A: Be yourself. Don’t put a label on yourself. Don’t look for people to react to you; don’t walk around with a chip on your shoulder. If you’re looking for a reaction, you will get one. It’s the same as if you walk around with a mini skirt and high heels on, you’re going to get a reaction to that or if you’re walking around with piercings and tattoos, you’re going to get a reaction to that too. It’s because London is somewhat conservative, but if you give people a chance you’ll find for the most part that 95% of the time you’re going to get a warm welcome. We just moved into a neighbourhood of older conservative families around us; 65 year olds with grown children. Here we are a young gay couple raising a teenage girl. And yes we were nervous, but we have been embraced. We were actually called normal by one of the most conservative couples across the road. “It’s nice to see normal people living here.” he said. We are not saying change who you are, but be honest about who you are. The main challenge for anyone moving to London that may be perceived as anyone outside the norm is the fact that London is conservative. I can say this because I have lived in Ottawa, Montreal, Toronto and London. It takes London a bit longer to catch on. London is a small town, posing as a big city.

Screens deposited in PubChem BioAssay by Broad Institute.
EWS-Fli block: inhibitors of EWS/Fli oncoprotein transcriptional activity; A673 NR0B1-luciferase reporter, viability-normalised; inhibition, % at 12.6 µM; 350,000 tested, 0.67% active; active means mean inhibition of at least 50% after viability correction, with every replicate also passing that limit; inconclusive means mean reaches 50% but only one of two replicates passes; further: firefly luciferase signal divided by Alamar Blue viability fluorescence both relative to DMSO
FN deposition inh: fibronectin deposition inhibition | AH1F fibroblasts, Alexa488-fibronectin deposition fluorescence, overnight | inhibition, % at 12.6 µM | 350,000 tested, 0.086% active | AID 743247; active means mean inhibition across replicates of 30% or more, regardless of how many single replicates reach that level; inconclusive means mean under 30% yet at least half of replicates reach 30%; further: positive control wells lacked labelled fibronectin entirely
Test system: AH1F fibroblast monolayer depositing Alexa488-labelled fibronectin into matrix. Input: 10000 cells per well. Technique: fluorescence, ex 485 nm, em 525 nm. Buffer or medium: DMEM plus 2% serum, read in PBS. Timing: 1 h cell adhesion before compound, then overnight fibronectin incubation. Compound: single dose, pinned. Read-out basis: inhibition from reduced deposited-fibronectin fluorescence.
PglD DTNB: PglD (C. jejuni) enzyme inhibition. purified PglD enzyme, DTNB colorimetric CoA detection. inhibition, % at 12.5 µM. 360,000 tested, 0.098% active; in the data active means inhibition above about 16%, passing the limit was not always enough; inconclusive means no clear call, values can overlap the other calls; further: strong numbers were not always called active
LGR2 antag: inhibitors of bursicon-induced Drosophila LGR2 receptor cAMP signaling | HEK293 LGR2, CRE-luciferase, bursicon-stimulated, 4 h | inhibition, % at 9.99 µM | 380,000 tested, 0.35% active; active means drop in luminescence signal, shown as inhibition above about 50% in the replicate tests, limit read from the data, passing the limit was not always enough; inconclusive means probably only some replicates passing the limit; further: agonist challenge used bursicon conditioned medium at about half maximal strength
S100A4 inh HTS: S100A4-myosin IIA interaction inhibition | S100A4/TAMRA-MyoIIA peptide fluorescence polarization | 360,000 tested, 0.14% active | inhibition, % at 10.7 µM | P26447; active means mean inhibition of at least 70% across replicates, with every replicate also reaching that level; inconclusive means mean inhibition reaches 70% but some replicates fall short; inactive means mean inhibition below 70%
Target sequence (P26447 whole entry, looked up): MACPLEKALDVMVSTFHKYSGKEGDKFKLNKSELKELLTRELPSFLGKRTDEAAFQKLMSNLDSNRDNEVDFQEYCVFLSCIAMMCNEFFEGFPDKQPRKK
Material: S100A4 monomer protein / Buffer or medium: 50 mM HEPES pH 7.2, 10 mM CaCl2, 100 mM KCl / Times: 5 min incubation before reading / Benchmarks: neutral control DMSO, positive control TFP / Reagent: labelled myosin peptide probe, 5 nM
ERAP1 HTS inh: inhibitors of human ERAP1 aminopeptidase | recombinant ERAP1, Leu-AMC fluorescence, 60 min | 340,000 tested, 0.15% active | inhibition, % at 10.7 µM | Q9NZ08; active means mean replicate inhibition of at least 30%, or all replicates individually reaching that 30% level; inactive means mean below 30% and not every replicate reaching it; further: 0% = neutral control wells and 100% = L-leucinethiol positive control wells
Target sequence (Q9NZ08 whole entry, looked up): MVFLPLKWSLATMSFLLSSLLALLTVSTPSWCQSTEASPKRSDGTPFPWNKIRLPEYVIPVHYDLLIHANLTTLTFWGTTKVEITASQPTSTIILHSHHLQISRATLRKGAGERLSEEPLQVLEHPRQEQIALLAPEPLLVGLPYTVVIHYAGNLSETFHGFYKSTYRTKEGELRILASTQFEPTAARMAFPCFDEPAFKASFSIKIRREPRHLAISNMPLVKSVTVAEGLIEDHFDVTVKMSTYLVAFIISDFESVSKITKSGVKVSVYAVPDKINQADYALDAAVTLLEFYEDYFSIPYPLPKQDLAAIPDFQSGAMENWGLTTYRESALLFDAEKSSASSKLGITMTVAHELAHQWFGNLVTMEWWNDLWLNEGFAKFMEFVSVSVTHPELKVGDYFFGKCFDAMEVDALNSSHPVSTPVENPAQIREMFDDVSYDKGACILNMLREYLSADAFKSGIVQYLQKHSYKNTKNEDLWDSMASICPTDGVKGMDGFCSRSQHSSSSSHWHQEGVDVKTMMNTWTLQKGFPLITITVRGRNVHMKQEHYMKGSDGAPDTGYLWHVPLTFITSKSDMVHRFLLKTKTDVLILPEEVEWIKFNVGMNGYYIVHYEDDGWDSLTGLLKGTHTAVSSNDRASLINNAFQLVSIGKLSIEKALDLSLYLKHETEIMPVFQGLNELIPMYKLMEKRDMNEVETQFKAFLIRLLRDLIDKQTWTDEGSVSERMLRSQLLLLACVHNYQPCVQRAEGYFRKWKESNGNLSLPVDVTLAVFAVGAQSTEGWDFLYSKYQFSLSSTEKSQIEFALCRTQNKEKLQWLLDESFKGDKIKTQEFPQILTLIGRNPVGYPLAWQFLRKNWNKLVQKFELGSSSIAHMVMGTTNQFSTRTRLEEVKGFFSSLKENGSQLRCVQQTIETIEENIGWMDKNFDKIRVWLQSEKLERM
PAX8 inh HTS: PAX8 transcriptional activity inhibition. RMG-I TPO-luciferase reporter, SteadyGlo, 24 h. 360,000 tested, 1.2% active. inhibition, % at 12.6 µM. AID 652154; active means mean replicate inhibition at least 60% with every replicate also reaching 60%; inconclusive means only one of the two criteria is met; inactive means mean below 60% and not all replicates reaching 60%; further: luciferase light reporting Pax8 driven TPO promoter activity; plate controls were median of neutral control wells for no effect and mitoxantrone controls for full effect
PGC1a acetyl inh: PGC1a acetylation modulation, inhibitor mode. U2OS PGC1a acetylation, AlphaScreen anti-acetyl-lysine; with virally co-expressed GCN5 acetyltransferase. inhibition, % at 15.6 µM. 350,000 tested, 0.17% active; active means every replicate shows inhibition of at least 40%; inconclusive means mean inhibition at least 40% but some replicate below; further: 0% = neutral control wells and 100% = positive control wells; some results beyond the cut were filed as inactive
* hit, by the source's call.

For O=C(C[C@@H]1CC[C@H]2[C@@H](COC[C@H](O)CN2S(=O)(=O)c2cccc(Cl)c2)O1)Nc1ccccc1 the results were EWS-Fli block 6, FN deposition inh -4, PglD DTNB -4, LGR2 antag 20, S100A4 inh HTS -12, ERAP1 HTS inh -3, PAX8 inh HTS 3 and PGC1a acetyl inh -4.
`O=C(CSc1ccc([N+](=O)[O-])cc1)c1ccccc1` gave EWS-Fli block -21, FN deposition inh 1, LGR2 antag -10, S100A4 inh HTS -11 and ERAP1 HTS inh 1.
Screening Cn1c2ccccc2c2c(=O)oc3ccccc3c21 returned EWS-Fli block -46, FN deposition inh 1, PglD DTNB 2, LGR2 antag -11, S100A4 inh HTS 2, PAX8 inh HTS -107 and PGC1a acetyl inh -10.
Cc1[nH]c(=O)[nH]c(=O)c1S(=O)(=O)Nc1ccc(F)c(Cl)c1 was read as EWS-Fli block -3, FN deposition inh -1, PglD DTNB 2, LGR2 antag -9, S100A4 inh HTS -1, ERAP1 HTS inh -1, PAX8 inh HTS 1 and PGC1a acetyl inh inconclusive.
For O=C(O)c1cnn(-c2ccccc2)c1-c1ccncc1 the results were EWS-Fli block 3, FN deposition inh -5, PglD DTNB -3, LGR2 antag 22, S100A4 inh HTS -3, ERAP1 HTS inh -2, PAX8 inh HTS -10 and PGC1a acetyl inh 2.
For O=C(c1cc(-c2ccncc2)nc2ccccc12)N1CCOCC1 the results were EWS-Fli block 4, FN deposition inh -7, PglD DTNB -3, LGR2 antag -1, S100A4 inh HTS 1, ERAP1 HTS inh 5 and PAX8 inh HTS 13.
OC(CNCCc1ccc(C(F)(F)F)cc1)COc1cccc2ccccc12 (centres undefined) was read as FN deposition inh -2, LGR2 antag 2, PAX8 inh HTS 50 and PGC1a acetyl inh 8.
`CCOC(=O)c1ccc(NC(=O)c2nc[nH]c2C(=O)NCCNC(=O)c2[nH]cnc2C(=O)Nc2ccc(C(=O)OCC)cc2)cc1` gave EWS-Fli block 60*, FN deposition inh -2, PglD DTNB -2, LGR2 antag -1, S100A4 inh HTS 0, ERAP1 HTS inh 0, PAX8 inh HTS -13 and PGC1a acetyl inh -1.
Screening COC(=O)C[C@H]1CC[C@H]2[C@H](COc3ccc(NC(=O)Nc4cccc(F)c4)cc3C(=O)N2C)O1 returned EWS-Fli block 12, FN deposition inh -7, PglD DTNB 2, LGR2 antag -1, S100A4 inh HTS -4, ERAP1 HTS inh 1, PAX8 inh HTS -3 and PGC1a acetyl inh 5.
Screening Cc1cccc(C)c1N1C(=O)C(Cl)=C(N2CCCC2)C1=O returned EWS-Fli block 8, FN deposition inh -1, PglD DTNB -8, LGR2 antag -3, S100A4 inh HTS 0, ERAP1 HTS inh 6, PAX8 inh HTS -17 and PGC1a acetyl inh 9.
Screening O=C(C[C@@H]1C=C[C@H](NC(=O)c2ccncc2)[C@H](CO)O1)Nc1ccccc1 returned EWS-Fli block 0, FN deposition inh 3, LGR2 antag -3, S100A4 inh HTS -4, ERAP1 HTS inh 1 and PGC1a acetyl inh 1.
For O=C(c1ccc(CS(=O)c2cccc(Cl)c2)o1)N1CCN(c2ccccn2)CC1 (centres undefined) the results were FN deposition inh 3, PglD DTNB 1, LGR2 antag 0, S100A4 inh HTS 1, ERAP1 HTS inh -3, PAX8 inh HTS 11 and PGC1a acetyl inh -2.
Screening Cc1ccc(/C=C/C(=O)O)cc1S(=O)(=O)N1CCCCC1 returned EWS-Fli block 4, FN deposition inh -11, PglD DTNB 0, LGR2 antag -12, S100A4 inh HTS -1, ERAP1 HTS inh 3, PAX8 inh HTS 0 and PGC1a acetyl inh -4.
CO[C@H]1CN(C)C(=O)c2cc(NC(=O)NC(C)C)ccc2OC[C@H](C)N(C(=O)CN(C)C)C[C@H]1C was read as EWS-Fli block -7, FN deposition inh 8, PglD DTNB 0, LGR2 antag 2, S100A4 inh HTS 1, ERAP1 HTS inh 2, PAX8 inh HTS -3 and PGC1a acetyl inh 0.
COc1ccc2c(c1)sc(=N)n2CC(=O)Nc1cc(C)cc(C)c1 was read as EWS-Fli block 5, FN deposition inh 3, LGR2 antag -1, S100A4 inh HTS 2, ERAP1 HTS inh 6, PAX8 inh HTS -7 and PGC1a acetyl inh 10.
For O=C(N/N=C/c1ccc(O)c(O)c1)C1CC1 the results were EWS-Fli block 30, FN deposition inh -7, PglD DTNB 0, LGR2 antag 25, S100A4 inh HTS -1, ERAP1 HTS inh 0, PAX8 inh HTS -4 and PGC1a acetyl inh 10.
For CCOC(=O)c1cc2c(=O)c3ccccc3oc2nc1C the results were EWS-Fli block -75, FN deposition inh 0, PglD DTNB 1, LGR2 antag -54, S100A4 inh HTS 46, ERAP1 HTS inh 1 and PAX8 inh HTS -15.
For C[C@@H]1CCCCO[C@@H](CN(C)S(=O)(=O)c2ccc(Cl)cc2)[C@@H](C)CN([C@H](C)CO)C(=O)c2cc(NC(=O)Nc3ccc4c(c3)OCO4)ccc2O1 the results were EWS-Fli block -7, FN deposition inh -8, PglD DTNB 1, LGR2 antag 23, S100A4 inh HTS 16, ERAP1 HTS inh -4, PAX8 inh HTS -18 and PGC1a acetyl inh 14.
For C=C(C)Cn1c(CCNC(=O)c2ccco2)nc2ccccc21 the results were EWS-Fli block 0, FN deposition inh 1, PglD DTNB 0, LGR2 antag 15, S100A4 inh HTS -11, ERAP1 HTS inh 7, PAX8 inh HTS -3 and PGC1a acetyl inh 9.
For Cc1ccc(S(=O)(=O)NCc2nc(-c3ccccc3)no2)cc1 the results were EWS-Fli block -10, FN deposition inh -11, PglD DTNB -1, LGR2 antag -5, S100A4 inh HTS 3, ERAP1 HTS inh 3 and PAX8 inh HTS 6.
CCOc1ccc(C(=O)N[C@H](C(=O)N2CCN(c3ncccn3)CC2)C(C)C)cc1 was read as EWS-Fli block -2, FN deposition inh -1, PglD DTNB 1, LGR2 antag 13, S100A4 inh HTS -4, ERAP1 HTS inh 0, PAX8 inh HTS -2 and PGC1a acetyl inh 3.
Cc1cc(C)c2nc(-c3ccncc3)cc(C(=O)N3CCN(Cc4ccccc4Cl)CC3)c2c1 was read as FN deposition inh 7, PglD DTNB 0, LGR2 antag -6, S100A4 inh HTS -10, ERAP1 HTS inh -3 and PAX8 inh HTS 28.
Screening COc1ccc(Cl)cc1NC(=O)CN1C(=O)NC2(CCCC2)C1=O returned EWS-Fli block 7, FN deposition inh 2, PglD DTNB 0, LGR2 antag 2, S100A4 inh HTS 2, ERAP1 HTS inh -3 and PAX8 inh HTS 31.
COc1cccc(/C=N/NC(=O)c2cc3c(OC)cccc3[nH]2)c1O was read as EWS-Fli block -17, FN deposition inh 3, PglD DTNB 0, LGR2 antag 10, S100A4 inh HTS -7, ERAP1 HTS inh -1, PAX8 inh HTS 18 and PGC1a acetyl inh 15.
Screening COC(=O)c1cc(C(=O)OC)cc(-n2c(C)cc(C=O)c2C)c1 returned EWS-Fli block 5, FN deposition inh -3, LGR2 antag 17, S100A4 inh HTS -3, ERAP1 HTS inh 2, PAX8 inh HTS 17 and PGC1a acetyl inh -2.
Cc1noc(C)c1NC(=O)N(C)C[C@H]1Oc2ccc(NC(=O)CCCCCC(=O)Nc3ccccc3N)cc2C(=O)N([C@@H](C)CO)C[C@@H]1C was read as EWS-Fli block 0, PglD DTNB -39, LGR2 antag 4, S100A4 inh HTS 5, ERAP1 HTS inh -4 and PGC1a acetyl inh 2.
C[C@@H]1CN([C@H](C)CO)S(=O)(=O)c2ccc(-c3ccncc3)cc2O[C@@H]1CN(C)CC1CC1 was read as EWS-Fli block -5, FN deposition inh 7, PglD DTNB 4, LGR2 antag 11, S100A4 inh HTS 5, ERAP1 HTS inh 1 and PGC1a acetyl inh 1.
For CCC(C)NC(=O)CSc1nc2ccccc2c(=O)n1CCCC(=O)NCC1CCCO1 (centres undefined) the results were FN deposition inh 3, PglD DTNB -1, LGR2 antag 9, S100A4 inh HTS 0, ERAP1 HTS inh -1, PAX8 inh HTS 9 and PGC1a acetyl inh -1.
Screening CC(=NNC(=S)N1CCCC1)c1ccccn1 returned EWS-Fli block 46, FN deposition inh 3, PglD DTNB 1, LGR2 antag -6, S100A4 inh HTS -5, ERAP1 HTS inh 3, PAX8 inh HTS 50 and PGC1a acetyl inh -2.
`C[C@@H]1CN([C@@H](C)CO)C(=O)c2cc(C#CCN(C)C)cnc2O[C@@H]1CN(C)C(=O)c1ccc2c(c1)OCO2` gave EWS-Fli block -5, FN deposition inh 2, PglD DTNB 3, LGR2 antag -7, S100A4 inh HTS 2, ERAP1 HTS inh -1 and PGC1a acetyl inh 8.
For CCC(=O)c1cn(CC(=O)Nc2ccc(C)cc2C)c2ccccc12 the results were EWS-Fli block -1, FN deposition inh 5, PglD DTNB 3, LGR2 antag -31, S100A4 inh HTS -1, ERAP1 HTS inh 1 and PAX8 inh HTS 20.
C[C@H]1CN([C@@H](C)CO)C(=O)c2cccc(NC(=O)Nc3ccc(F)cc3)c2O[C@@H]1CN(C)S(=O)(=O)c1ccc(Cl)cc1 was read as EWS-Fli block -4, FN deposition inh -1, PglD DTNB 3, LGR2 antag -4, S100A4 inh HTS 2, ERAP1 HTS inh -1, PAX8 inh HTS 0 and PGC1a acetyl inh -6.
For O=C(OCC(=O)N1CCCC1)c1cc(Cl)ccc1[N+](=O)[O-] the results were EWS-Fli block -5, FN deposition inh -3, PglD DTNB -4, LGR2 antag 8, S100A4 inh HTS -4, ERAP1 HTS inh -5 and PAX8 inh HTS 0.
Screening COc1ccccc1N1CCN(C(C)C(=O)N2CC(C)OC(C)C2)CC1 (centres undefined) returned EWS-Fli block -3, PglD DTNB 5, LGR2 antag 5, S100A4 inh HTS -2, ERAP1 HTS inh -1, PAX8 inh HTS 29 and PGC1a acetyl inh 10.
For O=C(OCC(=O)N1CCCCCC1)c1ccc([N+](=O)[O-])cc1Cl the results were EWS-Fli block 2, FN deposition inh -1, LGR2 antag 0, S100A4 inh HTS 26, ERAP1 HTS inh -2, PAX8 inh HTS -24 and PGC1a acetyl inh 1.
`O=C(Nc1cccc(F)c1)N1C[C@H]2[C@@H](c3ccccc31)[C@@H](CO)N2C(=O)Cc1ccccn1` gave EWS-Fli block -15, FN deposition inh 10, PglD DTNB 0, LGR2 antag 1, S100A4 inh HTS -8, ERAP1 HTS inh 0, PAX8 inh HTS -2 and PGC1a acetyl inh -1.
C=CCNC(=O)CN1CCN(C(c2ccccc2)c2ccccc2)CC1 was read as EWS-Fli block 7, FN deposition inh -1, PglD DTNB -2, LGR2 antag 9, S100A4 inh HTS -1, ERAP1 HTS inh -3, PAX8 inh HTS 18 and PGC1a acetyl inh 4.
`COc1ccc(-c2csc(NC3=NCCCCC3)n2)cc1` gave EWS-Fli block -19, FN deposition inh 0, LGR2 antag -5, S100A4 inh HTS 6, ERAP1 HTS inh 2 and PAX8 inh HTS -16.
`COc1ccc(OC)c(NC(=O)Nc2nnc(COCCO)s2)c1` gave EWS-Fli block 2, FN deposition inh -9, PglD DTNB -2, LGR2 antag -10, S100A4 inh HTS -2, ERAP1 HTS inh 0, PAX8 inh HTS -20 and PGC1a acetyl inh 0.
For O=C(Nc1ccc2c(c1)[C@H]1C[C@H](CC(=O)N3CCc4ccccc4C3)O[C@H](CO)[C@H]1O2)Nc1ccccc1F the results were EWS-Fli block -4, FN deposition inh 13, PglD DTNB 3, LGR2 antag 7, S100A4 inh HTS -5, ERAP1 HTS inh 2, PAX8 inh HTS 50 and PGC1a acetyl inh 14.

You have to do what is right for your family and your child. If you’re doing something for their education, health, well-being, it’s only going to be because of that…not because you are gay. If you’re pushing for something because you are gay, or you think that your child should have more because you are a gay couple it doesn’t correlate. You need what you need because your child needs it. We have never had an issue raising our child as a “gay family” in London. We have brought our daughter many places as a couple; school, the mall, to doctor’s appointments etc. Gay couples raising a family won’t be turned away. Not from the reaction that we have gotten.
After reading through these responses I am reminded that this couple’s issues, worries and pleasures are the same as any parent’s when it comes to raising their children, and why shouldn’t they be? It doesn’t matter whether you are gay, heterosexual, Caucasian, Hispanic or Asian. Whether you are rich, poor, highly educated or not. What matters is the love and care we provide to our children and the guidance we can offer as role models in their lives. London is a warm and friendly place to raise a family no matter who you are and I wouldn’t have expected any less.
Thank you so much to M’s wonderful parents for sharing their experiences!